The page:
Unique DNA database to identify genetic variation among Emiratis

A team of researchers from three continents have been working collaboratively with Khalifa University and the Abu Dhabi Police to identify genetic variation among Emiratis using a special kit which breaks down DNA samples, the university announced on Monday.

The team, which consists of representatives from the University of Western Australia, Khalifa University, the University of Central Lancashire and the Abu Dhabi Forensic laboratory, was able to identify DNA traits specific to Emiratis (namely DNA referred to as Short Tandem Repeat (STR) markers).

This database joins others from around the world that identify DNA specific to other ethnicities.

These databases can be used to identify the ethnic background of a victim or perpetrator from DNA samples found at a crime scene, making it easier for law enforcement officials to track down criminals, or the identities of unknown victims.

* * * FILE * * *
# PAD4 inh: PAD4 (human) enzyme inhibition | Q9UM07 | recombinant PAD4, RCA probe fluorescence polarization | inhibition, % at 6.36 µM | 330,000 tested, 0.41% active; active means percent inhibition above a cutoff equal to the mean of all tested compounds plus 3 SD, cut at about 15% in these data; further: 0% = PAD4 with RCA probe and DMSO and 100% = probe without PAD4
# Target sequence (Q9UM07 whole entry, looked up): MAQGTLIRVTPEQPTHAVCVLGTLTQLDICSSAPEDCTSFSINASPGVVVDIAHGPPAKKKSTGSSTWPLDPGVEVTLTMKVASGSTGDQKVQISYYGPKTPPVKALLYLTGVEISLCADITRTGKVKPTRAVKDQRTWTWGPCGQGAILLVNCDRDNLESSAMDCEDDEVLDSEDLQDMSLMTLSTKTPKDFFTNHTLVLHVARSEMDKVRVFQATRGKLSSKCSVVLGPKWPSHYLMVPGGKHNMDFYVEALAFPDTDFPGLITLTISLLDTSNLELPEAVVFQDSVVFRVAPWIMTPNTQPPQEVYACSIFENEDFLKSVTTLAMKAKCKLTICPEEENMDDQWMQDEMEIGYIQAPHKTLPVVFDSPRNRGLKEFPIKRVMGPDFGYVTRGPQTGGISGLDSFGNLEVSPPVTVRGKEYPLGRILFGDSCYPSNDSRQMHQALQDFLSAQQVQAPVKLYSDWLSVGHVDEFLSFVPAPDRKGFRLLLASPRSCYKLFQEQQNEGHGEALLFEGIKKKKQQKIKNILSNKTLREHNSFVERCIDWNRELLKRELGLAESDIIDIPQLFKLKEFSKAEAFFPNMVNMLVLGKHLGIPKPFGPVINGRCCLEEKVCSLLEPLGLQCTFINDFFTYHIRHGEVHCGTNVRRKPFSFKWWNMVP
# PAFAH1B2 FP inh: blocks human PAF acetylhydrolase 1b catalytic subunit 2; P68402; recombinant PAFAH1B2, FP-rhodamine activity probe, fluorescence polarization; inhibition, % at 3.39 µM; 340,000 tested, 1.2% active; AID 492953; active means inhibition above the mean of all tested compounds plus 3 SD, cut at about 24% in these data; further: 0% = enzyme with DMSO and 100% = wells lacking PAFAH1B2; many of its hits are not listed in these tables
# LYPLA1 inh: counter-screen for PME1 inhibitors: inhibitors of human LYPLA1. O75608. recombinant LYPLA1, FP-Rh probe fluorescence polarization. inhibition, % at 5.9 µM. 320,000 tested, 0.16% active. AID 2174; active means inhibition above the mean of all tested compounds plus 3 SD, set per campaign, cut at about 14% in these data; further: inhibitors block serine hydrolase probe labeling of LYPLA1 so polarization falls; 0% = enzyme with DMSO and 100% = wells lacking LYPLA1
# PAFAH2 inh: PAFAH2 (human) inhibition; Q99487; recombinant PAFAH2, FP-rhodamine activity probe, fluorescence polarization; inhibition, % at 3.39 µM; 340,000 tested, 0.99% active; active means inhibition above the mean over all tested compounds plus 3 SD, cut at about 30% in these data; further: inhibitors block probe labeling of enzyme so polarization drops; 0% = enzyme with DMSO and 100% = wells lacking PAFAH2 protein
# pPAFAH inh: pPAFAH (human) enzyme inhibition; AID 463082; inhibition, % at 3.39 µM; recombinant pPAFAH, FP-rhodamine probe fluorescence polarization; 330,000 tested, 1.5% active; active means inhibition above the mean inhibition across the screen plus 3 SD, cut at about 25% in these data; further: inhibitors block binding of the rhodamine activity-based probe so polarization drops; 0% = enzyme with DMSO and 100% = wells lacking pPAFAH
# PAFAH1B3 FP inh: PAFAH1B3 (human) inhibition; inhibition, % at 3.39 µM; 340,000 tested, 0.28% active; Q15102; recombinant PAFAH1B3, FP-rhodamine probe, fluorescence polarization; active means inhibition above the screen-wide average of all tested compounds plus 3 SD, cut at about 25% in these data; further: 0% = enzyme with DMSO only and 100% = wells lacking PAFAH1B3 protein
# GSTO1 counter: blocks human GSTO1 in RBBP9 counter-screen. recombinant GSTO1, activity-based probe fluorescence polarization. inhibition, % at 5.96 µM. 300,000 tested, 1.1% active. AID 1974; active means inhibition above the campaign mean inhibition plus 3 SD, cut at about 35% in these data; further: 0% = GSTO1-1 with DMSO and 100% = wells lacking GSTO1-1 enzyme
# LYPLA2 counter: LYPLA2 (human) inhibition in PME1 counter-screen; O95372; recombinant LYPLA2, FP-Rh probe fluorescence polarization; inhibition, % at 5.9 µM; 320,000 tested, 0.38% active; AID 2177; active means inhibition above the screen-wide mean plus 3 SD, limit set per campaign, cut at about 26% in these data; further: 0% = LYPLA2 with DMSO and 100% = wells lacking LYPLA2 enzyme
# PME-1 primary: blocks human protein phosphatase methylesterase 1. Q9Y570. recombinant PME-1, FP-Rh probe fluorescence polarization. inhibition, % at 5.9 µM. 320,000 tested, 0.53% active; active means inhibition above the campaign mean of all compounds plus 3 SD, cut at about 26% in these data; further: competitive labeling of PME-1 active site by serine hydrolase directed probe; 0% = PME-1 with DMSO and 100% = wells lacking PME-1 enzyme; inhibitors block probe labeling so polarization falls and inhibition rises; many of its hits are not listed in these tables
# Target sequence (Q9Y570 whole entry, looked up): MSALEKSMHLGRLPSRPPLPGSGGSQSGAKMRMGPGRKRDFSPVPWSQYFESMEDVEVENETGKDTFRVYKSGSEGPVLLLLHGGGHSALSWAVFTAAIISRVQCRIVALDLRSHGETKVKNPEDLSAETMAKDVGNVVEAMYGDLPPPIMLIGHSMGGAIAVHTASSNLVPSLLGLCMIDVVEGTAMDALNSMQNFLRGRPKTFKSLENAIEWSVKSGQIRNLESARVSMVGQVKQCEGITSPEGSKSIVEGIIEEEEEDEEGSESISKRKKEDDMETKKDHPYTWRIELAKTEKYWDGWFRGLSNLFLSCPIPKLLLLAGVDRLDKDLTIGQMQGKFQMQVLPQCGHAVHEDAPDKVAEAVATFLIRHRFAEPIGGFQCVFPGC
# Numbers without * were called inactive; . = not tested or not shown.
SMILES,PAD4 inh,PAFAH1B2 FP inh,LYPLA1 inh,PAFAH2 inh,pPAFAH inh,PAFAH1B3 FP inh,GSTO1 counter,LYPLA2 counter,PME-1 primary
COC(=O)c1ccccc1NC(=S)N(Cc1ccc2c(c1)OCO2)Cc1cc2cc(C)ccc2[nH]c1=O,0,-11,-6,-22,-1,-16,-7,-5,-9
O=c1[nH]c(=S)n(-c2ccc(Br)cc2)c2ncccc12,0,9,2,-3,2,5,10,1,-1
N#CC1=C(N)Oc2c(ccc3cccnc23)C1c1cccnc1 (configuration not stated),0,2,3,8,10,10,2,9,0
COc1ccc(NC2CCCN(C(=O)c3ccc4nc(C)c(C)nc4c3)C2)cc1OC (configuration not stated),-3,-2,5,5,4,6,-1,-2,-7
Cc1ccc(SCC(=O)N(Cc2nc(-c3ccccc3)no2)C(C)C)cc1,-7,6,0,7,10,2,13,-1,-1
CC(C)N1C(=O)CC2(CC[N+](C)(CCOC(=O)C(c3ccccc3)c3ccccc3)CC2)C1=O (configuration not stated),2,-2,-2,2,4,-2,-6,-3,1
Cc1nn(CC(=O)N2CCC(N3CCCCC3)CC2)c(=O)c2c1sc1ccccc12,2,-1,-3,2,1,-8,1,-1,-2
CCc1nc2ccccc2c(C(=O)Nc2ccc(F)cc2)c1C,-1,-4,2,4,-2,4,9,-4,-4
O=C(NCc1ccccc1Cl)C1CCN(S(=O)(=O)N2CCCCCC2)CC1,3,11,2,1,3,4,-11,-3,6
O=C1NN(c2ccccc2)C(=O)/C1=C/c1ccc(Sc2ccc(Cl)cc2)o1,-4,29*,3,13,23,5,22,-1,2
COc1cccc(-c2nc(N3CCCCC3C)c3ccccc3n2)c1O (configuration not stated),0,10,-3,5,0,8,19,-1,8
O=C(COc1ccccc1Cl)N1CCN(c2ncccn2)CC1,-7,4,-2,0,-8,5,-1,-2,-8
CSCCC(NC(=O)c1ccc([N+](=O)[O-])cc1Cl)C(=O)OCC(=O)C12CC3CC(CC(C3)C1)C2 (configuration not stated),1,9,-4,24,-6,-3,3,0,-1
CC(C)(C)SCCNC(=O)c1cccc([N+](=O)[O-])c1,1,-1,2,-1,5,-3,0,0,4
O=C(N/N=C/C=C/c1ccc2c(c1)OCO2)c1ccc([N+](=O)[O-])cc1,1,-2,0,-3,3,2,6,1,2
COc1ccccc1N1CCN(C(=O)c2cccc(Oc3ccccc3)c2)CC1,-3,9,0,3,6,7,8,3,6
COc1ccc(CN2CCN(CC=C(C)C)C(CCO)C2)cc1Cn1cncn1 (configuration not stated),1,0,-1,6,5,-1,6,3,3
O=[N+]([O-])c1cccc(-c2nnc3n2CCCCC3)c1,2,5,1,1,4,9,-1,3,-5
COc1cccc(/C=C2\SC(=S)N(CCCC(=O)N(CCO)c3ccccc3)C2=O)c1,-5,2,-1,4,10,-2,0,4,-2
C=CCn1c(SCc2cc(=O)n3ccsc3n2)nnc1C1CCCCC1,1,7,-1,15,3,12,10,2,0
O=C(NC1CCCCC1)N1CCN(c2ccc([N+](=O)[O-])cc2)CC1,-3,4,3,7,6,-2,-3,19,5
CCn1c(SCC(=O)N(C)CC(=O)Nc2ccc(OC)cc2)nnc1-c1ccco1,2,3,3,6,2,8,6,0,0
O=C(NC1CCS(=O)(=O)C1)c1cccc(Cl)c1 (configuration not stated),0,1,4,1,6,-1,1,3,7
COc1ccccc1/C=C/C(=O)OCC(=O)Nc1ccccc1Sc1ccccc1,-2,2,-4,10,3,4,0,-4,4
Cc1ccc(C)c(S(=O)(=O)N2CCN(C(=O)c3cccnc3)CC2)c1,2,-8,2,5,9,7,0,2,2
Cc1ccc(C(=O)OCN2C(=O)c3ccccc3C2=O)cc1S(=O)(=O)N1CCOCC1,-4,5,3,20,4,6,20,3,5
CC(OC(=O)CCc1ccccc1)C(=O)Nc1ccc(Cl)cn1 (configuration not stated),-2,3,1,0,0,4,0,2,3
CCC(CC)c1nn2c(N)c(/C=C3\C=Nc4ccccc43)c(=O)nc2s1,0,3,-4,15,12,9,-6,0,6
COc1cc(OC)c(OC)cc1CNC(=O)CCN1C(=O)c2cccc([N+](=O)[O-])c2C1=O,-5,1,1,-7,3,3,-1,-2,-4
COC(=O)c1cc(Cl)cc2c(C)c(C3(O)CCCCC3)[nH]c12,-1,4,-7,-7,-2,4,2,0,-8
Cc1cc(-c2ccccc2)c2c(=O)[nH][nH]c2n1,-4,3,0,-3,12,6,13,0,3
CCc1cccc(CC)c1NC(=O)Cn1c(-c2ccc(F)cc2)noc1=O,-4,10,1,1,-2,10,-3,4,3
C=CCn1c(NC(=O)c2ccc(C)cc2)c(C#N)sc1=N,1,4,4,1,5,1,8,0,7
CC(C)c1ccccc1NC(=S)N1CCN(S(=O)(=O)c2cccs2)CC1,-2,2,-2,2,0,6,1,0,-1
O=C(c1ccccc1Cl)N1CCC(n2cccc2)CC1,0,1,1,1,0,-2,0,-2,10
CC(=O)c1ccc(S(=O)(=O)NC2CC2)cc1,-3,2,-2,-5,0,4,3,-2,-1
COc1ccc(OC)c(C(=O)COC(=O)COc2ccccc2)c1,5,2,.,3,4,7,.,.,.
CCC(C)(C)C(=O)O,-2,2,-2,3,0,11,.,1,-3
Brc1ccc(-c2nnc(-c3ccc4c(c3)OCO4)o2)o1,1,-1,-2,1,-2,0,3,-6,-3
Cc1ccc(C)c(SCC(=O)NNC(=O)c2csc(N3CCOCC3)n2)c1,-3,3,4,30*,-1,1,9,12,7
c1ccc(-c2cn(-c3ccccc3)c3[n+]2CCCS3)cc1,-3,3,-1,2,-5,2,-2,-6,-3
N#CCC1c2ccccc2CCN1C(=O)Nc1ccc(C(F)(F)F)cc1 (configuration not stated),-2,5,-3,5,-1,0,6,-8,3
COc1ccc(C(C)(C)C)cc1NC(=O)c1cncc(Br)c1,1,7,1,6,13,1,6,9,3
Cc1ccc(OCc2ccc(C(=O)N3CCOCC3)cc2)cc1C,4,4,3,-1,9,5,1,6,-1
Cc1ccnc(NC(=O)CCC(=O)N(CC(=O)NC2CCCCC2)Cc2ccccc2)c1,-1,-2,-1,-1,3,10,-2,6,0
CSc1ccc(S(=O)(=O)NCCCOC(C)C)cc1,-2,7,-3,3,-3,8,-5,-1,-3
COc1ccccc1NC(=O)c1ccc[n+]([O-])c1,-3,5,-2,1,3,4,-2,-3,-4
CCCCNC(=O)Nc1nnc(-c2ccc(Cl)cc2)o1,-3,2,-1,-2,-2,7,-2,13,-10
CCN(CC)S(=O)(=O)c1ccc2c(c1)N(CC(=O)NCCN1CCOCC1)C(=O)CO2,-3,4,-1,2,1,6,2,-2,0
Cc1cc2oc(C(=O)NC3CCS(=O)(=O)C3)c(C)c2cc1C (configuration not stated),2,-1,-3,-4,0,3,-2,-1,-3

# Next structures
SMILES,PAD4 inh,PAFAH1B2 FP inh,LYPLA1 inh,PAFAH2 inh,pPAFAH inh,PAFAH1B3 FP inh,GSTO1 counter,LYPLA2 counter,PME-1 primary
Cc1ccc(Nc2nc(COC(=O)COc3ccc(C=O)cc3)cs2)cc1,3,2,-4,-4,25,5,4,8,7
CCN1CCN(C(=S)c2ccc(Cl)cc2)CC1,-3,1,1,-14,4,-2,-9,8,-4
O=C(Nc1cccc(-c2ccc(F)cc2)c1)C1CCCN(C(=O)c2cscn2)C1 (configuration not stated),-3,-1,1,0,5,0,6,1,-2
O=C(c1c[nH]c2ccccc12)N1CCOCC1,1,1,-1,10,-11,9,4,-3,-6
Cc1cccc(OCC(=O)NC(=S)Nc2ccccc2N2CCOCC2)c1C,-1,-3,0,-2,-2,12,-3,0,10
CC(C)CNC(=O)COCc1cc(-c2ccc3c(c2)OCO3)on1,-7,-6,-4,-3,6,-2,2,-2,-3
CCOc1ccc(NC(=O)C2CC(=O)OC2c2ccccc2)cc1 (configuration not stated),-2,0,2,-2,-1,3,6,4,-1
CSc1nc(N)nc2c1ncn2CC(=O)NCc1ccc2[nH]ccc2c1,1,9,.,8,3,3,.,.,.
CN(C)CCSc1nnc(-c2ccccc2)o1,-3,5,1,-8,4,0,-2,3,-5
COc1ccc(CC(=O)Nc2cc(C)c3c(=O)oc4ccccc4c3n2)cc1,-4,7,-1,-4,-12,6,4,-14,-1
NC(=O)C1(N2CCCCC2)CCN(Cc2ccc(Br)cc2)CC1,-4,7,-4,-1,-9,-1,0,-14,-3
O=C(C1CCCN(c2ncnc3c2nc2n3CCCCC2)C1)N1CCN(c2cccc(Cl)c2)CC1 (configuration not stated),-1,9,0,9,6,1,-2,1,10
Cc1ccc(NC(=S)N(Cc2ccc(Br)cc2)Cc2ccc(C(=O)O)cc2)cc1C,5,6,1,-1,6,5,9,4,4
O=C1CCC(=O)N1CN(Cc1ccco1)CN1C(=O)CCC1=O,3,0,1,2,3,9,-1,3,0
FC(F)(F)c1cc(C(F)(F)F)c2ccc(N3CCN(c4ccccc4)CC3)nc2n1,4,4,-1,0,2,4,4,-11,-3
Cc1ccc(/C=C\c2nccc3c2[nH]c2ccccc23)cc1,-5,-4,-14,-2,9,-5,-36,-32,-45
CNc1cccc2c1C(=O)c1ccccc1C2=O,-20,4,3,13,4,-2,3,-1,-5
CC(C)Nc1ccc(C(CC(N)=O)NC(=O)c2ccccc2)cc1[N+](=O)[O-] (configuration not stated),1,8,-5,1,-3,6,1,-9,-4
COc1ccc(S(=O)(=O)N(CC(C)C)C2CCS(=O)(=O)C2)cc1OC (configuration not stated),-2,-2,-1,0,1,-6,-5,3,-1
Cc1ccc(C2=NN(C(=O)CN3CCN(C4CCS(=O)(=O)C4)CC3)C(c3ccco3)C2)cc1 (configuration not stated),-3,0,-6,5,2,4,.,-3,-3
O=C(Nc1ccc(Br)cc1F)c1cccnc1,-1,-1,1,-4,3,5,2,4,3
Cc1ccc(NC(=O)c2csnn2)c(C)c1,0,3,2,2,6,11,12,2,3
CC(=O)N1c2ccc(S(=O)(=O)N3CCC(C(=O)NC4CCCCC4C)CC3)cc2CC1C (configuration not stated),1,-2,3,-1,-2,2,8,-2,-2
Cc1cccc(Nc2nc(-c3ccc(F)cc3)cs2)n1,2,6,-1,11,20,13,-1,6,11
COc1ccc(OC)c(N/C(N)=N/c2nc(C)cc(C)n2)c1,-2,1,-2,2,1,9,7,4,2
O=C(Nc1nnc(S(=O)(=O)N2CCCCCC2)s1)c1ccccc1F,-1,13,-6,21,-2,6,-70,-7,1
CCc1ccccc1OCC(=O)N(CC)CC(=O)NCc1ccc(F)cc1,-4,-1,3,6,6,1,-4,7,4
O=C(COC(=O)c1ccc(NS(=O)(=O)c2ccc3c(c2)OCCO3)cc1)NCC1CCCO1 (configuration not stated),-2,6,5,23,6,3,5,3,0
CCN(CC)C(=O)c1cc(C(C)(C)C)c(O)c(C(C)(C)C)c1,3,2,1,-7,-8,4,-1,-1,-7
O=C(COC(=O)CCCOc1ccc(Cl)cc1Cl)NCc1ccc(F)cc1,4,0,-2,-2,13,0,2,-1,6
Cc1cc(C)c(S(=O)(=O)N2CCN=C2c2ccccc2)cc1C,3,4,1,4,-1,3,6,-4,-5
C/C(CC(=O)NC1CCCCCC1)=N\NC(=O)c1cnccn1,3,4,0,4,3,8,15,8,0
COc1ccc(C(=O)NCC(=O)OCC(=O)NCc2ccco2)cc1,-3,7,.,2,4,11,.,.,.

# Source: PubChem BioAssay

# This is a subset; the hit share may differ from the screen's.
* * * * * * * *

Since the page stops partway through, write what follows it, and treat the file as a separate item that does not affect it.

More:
"Analysing STR markers has become the preferred method among forensic scientists because of the already existing databases around the world, and the availability of STR DNA analysis kits," said Dr. Habiba Alsafar, Director of Khalifa University Biotechnology Centre, and one of the main researchers in the study.

"There is enough information in international databases to determine whether or not a tested sample is from a documented ethnicity, which makes it easier for law enforcement officials to narrow down who they are looking for. There are at least 21 STR markers that have been studied extensively in six continents. However there was very limited information on STR markers unique to Emiratis before this study," she added.

"Those 21 STR DNA markers have been used successfully to identify individuals, for paternity testing and for analysing evidence from crime scenes in the UAE, and we can now add DNA traits we have identified that are unique to the local population to our database," Osamah Alhmoudi, Captain at Abu Dhabi Forensic Laboratory, said.

The information collected by the team has been published and is available in the Forensic Science International Genetics Journal for use by law enforcement agencies throughout the region.

The team intends to use the kit in the future to identify DNA traits unique to other ethnic subpopulations in the UAE.

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